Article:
- The share of small retail businesses that couldn't make rent rose to 34% in April, up six percentage points from February, according to survey data from Alignable.
- Those surveyed cited inflation, including gas price spikes, supply chain issues, labor shortages, reduced revenues and increasing rent. Of those small businesses surveyed by Alginable, 46% said their rent was higher than six months ago.
- Trouble making rent varied from state to state. Across all industries, New Jersey, Illinois and Maryland had the largest share of small businesses that couldn't pay. Other states, including New York and Texas, saw improvement in businesses' ability to pay.
The financial and operational challenges posed by the pandemic have not been felt in equal measure by retailers. The largest companies with the deepest pockets have by and large fared better than their smaller counterparts.
Indeed, many of the largest retailers have enjoyed record sales and profits despite social distancing, supply chain bottlenecks and a host of other disruptions over the past two years.
During the most difficult days of the pandemic for retailers, when stores were closed, or had opened but still suffered significant traffic and revenue declines, cash was critical to survival. Large retailers quite simply had more cash on hand from their business as well as easy access to cheap capital from the financial markets.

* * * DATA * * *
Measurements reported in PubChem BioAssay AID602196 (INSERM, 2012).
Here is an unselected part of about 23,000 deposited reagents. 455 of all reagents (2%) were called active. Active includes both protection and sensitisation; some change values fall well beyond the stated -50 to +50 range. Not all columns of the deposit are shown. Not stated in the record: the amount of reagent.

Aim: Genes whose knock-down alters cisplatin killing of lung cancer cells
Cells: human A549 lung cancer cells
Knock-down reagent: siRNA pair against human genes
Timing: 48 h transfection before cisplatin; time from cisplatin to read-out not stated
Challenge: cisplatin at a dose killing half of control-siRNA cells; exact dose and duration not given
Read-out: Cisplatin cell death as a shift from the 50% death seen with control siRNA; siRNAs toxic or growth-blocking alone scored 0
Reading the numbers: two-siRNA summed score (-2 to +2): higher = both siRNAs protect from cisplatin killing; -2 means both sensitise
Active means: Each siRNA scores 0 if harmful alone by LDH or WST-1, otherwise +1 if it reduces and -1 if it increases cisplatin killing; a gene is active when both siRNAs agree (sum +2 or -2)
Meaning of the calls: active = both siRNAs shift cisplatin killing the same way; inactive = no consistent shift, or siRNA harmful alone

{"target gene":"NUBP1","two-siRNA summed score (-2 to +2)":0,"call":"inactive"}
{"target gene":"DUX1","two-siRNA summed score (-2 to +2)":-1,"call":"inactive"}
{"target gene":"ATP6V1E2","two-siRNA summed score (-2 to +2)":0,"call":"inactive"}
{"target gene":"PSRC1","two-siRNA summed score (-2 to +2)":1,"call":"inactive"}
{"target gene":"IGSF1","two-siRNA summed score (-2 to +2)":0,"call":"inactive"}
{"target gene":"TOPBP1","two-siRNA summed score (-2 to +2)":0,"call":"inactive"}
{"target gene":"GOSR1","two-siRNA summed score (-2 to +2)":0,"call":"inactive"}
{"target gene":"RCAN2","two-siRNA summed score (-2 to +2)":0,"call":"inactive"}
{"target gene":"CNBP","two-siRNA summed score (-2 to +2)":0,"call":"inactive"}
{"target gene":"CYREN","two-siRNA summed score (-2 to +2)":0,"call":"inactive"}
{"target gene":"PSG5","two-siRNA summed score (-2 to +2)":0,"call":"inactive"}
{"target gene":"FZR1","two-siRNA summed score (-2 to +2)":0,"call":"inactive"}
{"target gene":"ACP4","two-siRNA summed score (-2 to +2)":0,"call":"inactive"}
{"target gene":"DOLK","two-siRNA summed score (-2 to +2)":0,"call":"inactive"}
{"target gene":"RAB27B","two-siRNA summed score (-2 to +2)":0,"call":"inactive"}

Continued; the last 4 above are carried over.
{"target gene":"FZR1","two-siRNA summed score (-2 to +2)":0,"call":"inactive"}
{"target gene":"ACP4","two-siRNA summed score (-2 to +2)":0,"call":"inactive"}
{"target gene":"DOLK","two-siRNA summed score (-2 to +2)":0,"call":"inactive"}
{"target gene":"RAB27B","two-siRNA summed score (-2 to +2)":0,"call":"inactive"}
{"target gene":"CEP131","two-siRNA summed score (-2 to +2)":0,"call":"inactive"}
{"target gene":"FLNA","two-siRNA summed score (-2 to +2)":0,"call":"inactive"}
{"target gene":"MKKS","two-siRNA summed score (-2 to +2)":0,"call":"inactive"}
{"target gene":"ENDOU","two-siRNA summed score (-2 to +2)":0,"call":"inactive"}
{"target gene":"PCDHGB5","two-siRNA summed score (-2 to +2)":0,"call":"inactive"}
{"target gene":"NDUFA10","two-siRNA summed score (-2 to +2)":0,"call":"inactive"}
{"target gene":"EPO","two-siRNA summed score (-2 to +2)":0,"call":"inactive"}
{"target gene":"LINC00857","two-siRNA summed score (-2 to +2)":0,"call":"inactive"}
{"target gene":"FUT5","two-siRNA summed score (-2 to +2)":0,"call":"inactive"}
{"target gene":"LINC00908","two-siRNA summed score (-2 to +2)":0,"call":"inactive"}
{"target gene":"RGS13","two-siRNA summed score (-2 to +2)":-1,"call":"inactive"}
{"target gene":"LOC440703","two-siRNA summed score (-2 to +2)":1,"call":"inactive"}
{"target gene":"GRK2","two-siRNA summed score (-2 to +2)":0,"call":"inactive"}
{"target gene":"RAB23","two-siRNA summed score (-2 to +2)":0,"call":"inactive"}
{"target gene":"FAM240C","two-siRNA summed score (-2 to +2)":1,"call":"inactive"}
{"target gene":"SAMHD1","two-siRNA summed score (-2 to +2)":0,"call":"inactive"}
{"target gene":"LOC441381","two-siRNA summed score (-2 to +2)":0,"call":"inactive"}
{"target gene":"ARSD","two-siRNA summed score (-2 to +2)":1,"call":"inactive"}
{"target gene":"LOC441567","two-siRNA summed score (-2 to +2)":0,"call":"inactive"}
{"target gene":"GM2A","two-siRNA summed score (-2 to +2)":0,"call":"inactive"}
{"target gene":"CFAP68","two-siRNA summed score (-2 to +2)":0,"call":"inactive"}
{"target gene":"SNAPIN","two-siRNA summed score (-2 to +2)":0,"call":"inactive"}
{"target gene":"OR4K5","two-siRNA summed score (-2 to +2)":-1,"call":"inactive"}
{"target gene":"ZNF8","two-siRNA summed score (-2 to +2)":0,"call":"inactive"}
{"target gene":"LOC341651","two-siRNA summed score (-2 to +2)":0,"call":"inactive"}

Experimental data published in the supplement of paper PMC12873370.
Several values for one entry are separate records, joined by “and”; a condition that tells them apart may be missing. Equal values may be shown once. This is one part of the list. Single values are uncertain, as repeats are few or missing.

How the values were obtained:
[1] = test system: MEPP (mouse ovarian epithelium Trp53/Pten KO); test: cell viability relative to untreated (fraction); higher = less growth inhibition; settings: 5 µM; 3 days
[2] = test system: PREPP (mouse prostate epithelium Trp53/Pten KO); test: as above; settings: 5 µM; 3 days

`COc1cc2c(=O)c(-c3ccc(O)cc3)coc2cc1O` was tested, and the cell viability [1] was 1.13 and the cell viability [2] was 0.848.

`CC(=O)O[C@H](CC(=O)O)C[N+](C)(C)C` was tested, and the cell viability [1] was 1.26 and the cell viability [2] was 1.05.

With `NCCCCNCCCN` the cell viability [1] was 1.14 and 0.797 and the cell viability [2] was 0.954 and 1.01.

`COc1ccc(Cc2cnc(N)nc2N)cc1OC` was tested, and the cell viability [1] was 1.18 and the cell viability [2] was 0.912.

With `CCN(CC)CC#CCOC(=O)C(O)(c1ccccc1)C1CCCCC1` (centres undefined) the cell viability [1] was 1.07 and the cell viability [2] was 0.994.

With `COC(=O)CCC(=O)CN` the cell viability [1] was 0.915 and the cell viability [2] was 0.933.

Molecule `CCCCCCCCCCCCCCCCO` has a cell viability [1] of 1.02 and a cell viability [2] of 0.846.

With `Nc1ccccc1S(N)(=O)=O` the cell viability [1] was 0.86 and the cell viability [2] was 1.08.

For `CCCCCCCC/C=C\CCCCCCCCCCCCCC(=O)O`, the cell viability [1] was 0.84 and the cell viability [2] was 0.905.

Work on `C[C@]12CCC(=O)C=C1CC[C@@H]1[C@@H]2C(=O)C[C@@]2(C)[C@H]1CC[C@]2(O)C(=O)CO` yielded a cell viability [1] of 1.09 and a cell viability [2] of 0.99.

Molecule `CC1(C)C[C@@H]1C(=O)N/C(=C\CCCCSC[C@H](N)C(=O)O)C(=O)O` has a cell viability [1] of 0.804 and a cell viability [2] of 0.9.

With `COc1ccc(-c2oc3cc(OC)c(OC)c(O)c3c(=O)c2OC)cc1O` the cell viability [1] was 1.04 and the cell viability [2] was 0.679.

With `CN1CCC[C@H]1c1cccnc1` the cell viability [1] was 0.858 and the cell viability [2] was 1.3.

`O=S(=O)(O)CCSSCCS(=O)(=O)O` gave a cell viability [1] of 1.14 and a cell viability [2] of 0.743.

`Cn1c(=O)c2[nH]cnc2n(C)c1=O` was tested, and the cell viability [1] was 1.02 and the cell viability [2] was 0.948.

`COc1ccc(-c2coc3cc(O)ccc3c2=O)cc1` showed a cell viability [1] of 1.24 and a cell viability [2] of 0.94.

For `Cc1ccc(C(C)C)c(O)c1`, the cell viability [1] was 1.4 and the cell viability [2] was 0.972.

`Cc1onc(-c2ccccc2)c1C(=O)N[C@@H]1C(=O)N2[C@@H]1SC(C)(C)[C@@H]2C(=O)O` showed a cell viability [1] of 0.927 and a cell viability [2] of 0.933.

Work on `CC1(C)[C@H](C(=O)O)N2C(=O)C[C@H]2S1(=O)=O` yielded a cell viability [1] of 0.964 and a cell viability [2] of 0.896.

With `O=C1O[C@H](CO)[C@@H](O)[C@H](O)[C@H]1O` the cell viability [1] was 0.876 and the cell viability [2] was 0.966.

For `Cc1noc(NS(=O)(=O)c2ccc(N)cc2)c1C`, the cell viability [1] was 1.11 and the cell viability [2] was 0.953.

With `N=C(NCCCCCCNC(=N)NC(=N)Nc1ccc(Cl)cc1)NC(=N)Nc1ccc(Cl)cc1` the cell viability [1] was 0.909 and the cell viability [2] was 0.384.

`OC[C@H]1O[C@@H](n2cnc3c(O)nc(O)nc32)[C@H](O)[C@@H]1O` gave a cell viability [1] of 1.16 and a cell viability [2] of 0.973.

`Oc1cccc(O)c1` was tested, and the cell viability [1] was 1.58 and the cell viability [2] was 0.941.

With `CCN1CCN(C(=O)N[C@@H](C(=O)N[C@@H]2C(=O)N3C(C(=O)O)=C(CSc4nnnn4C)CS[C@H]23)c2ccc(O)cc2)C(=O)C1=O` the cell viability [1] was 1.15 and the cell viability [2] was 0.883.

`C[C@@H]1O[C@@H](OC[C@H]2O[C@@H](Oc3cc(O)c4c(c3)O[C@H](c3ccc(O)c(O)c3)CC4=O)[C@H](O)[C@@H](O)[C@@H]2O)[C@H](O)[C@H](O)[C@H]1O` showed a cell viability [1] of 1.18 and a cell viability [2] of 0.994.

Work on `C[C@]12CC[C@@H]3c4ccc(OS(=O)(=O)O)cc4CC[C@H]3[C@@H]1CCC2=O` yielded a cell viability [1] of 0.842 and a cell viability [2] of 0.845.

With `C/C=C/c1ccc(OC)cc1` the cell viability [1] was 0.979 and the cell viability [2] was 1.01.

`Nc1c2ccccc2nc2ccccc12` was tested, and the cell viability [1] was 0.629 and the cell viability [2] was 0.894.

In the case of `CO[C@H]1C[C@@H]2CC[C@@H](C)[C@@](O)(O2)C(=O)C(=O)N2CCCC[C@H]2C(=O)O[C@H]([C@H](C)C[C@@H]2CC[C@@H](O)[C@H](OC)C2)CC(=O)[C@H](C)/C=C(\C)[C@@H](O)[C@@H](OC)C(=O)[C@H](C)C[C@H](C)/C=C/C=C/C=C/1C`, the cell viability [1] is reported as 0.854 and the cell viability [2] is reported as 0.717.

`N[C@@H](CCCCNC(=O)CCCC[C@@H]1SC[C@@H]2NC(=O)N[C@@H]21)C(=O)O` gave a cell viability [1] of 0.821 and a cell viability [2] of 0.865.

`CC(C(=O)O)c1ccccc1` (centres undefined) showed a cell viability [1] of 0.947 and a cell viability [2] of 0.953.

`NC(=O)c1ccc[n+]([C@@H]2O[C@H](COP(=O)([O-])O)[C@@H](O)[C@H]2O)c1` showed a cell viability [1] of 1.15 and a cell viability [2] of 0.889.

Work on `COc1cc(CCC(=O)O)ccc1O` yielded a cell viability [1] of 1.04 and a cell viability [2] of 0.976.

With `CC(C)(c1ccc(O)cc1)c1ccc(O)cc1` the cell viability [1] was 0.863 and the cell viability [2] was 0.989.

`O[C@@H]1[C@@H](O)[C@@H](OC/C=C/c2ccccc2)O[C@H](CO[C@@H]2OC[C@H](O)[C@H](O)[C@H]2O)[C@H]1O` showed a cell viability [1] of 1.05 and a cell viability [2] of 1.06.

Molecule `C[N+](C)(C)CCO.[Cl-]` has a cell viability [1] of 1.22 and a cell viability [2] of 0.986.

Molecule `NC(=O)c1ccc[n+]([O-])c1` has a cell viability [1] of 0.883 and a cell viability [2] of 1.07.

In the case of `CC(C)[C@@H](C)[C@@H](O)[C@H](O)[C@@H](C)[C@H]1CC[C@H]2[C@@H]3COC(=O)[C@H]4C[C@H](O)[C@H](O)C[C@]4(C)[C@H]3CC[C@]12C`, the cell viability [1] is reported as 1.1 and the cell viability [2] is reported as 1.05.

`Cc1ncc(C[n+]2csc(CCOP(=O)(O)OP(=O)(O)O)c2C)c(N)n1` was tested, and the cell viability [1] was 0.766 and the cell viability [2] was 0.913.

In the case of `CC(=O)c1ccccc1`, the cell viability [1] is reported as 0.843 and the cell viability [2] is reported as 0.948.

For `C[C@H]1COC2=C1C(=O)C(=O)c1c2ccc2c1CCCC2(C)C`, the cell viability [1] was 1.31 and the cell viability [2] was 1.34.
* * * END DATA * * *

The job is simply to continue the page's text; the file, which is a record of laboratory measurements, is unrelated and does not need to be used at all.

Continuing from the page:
When demand surged last year before global supply chains had the chance to catch up, creating bottlenecks throughout the world, the largest players could absorb increased ocean freight rates and could pay to charter their own ships or shell out for air freight.
Walmart, for example, paid $400 million in unanticipated supply chain costs in the fourth quarter last year. That is more than the revenue of hundreds of small retailers combined. And yet the company still posted sales increases and healthy operating profits. Smaller players typically have less money and less leverage with suppliers and carriers than the largest retail chains do. Lost sales from out-of-stocks can then become a financial crisis for some.
Throughout the pandemic, rent has determined the fates of both retailers and landlords. All around the country, tenants and their landlords renegotiated leases, payments and the broader contours of their relationships. Rent demands drove some retailers into bankruptcy, while unpaid rent drove some landlords and mall operators to file as well.
Resounding rebounds of foot traffic and sales in 2021 have given landlords more leverage to raise rents. Tussles over leases are still driving some retailers out of their locations. According to Alignable survey data, 7% of small businesses said their landlords were planning to raise their rents soon.
While the overall delinquency rates for small retailers represent a setback, more minority-owned small businesses were able to pay rent in April than February, according to Alignable.